Orthopaedic surgeon Dr Gary O’Toole has highlighted the dedication of Gaelic footballers and hurlers to return to the field after surgery.
The former Olympian and Irish champion swimmer said in his experience the determination of club and county players to play as soon as possible after an operation is unparalleled compared to other sports.
“The pressure is coming from the sportspeople themselves,” he told Newstalk’s Off The Ball.
“For instance, if I see someone who has a hurling or a Gaelic football injury, usually an upper limb injury, I know that they will have a match targeted to come back. They will have already worked it out in their mind.
“The GAA players, whether they be club players or inter-county players, they will tell you when they are going to come back. They are the most amazingly dedicated people to their sport. It never ceases to amaze me.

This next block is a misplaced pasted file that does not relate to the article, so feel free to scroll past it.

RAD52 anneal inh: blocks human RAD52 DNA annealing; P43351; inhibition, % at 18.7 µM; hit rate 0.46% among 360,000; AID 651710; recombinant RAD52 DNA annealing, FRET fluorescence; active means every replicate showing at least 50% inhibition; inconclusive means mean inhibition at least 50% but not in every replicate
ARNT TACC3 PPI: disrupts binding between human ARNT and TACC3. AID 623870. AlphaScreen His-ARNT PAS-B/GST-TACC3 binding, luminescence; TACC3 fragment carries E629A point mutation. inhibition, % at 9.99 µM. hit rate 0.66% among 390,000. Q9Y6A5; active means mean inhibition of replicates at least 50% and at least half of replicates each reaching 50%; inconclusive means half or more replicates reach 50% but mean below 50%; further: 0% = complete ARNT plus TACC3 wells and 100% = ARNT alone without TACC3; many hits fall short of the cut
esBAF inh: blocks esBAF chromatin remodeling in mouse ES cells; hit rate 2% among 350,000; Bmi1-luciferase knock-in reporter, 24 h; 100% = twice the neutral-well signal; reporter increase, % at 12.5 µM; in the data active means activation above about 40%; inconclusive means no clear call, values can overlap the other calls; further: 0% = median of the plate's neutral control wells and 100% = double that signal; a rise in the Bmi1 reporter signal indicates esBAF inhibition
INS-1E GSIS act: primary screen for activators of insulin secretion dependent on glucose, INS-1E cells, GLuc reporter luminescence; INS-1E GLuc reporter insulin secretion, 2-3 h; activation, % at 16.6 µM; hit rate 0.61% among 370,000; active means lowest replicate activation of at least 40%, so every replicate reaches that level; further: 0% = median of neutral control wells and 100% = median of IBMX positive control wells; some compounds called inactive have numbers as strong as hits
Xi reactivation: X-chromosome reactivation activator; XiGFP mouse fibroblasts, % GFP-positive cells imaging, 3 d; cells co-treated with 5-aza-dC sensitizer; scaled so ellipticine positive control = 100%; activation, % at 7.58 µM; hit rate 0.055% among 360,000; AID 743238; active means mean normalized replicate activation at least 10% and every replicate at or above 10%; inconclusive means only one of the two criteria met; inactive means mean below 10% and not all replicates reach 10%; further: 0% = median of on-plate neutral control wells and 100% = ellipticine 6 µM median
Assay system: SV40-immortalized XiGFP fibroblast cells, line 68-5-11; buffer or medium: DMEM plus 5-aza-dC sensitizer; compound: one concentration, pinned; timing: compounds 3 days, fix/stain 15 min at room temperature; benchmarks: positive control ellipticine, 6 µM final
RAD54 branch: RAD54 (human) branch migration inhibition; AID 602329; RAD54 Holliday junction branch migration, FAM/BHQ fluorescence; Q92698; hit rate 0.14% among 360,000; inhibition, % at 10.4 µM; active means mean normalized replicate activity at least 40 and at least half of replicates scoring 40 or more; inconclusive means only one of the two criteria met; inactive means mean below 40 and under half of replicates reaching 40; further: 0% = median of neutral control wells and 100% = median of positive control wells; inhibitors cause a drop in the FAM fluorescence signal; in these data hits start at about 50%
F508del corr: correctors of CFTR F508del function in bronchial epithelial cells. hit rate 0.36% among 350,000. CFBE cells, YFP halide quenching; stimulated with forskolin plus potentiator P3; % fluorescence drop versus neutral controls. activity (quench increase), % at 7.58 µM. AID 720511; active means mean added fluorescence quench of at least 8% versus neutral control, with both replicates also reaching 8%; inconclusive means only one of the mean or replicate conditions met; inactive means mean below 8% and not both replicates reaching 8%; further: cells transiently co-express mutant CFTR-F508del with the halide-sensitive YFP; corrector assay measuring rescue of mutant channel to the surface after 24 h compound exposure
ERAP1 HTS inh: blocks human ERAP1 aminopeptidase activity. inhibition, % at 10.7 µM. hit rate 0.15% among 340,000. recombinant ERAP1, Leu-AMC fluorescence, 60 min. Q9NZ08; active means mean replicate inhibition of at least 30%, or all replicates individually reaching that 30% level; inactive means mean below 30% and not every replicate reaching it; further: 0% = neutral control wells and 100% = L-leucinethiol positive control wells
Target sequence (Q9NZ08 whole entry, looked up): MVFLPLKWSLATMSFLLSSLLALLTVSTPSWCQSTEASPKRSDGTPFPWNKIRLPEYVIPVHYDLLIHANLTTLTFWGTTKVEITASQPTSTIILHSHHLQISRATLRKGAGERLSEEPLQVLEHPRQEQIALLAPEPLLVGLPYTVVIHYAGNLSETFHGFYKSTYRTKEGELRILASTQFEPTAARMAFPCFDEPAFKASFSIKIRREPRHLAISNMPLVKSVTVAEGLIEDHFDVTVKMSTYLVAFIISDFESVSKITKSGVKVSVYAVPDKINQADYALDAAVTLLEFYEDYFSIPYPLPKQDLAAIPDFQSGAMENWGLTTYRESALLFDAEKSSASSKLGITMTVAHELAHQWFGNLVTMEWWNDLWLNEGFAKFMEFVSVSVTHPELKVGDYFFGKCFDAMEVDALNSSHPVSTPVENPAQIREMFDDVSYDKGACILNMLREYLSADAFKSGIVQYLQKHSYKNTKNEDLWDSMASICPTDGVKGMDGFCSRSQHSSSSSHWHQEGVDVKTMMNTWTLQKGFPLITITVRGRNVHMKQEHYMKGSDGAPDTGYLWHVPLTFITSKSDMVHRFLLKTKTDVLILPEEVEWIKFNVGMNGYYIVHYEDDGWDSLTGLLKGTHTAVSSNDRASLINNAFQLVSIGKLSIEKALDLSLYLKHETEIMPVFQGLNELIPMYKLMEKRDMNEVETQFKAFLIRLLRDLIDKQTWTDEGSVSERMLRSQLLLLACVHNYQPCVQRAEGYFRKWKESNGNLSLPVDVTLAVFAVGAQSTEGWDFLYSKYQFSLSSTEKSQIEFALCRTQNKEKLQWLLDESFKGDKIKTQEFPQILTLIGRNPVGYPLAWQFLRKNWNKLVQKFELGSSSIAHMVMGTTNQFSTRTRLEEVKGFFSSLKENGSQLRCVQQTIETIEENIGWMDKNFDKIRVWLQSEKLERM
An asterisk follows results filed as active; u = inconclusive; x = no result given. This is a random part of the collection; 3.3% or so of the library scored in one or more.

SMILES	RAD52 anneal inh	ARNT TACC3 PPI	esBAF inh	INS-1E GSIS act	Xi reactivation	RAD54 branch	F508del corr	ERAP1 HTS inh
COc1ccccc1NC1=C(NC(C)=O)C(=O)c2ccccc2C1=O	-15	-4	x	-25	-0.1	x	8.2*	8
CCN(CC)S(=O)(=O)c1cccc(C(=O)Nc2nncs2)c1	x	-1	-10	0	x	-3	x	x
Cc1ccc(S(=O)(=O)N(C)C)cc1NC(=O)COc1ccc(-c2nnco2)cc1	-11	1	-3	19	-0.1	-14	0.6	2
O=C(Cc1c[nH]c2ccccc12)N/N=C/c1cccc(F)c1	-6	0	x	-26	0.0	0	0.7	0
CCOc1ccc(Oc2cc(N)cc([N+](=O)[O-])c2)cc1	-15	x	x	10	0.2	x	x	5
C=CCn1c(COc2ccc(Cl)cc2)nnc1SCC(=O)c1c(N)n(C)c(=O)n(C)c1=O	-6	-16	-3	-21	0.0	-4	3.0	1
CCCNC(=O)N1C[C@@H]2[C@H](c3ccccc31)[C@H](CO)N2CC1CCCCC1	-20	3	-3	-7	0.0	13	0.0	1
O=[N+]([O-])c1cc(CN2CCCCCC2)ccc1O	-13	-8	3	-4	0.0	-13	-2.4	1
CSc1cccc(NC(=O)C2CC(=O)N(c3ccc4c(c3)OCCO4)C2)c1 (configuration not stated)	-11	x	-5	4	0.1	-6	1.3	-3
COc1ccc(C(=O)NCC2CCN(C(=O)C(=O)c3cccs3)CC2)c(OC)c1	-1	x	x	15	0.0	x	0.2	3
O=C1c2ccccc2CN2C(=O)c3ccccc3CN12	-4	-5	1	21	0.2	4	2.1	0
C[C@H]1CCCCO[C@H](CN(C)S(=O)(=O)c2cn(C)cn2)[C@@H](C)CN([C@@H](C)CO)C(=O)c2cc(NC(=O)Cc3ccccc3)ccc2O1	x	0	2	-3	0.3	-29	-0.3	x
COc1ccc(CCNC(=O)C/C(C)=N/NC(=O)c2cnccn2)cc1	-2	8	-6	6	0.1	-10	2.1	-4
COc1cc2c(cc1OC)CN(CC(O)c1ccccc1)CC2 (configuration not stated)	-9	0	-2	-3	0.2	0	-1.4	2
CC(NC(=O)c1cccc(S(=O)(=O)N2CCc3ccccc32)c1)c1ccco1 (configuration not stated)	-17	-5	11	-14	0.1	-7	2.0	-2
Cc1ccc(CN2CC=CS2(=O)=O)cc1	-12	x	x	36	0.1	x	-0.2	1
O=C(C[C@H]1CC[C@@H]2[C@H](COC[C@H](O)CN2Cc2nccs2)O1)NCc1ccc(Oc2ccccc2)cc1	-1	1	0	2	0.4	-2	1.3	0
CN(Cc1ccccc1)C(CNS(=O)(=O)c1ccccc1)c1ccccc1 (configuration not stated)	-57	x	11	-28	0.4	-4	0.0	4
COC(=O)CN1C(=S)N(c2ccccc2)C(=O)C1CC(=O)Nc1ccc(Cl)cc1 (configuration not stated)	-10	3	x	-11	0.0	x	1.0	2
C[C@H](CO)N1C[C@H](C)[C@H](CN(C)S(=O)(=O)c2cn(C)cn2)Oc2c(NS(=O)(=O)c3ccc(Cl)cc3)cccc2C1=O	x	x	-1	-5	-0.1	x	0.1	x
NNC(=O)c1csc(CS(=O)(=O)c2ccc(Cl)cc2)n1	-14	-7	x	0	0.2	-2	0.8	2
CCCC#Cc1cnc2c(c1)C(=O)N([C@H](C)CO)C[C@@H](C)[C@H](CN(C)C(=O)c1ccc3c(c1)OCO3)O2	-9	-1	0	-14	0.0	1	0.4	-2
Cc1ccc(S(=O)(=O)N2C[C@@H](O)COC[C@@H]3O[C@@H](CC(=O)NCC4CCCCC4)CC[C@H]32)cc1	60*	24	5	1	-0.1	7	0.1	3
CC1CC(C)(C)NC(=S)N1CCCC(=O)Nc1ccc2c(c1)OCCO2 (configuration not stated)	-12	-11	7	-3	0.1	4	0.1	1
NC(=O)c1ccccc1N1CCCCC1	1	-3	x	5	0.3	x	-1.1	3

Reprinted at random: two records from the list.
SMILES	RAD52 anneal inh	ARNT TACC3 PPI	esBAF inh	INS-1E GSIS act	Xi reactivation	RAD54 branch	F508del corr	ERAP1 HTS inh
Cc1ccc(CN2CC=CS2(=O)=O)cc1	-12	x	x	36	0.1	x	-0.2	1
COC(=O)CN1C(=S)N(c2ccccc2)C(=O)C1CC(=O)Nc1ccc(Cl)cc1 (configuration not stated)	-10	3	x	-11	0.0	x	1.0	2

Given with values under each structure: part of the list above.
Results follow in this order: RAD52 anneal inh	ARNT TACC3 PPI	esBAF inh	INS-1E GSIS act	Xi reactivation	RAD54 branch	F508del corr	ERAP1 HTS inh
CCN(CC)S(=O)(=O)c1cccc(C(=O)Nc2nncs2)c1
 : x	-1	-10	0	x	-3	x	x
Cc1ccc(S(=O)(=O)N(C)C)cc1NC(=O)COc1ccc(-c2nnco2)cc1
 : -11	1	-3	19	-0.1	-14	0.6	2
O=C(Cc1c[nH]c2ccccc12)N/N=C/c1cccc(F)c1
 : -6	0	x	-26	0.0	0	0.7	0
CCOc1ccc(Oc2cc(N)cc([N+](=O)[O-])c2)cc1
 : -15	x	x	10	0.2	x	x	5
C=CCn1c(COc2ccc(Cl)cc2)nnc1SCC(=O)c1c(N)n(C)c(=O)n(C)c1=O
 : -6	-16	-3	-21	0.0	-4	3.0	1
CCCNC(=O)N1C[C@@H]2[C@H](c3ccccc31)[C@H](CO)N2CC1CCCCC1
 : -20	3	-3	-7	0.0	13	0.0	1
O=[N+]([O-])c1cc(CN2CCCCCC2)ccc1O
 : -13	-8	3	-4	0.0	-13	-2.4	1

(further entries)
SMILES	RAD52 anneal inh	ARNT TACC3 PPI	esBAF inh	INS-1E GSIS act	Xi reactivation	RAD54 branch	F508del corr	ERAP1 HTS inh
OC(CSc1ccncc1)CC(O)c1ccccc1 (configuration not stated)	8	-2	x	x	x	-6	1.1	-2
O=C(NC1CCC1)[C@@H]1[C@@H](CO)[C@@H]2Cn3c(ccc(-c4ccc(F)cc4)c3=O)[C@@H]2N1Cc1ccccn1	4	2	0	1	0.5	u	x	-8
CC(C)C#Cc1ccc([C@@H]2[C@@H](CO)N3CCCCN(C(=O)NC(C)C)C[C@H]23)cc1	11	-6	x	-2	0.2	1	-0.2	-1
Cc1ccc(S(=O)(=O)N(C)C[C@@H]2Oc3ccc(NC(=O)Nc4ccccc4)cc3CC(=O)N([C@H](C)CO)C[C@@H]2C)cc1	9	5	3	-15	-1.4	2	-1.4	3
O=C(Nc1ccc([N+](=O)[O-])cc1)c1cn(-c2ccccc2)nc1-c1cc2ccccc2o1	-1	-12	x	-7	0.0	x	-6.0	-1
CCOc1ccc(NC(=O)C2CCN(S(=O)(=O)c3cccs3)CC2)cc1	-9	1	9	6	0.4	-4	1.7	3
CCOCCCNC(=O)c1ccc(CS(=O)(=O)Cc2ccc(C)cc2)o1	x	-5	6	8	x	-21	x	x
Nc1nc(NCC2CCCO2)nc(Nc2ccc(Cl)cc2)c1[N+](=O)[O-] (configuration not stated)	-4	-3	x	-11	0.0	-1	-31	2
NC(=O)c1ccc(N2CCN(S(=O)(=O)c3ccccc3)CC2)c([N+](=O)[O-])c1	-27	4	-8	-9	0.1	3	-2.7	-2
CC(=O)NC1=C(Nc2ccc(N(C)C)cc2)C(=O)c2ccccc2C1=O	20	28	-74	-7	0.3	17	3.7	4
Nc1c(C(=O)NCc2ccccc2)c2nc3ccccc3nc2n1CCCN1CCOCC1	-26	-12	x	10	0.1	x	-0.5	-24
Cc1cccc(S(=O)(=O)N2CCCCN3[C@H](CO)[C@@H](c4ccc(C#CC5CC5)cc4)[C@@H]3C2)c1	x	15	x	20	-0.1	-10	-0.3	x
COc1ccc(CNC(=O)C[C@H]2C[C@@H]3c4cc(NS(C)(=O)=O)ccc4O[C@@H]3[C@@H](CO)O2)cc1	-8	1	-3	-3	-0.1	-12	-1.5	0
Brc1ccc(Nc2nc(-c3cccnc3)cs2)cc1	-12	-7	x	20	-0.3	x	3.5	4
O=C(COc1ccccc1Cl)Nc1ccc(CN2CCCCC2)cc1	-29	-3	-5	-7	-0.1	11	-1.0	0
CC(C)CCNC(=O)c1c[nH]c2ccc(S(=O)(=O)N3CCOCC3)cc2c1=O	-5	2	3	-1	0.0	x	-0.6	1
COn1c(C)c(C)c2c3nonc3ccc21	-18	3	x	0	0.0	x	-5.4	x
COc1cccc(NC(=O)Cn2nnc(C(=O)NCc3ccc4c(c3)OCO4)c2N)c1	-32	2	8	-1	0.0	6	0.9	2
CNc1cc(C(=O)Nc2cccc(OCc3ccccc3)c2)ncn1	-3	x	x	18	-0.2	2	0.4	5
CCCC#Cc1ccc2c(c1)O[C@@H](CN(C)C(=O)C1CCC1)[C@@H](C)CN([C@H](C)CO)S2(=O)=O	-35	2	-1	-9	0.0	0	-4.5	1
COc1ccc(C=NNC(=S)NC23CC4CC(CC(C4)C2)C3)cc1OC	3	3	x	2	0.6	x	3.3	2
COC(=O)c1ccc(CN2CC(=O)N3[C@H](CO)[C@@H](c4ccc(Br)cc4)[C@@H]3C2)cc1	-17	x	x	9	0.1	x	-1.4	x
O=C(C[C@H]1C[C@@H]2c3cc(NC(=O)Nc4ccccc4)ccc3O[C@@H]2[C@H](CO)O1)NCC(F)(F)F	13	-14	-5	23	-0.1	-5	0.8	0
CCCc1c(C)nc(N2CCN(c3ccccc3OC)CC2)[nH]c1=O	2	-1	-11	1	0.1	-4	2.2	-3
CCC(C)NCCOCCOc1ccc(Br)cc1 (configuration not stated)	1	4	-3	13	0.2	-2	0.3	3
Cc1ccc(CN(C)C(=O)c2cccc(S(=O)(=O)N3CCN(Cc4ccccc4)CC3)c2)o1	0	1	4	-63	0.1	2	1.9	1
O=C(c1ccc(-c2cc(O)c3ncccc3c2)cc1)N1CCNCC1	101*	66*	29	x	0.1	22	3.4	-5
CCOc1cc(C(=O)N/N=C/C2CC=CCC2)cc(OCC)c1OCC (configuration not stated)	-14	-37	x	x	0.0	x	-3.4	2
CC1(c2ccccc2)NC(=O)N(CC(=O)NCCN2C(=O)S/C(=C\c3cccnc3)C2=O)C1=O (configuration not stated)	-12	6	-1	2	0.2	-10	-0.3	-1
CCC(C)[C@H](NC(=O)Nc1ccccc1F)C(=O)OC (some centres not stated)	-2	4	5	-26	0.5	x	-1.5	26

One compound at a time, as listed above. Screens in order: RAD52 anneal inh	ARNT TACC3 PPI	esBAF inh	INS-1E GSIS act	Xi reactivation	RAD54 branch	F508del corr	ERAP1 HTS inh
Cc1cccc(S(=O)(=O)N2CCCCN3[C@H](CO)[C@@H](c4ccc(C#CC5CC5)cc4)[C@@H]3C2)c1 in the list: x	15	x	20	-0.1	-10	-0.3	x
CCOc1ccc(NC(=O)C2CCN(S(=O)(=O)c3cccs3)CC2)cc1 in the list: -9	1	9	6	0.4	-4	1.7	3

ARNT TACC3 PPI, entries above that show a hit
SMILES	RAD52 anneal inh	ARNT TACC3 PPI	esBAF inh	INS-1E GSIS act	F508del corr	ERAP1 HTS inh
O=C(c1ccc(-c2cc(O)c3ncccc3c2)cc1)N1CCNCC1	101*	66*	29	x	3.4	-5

“Whereas other sports will look to you for guidance but the GAA (players) will always say, ‘No, my friend had this same injury and he was back after x weeks.”
O’Toole said the medical profession are particularly sensitive to injuries sustained in sports which are becoming more attritional such as rugby and Gaelic games.
“In the defence of my colleagues and anybody who treats these sportsmen, they do listen now, definitely.
“They didn’t do it in the past. They would always cut a week or two off the rehabilitation. It’s player pressure too. It’s not just the coach and management.
“Players are afraid that if they stay out for too long they won’t get their place back. They’ll be consigned to the bench. They’ll be forgotten about. There’s tremendous pressure — out of sight, out of mind.”
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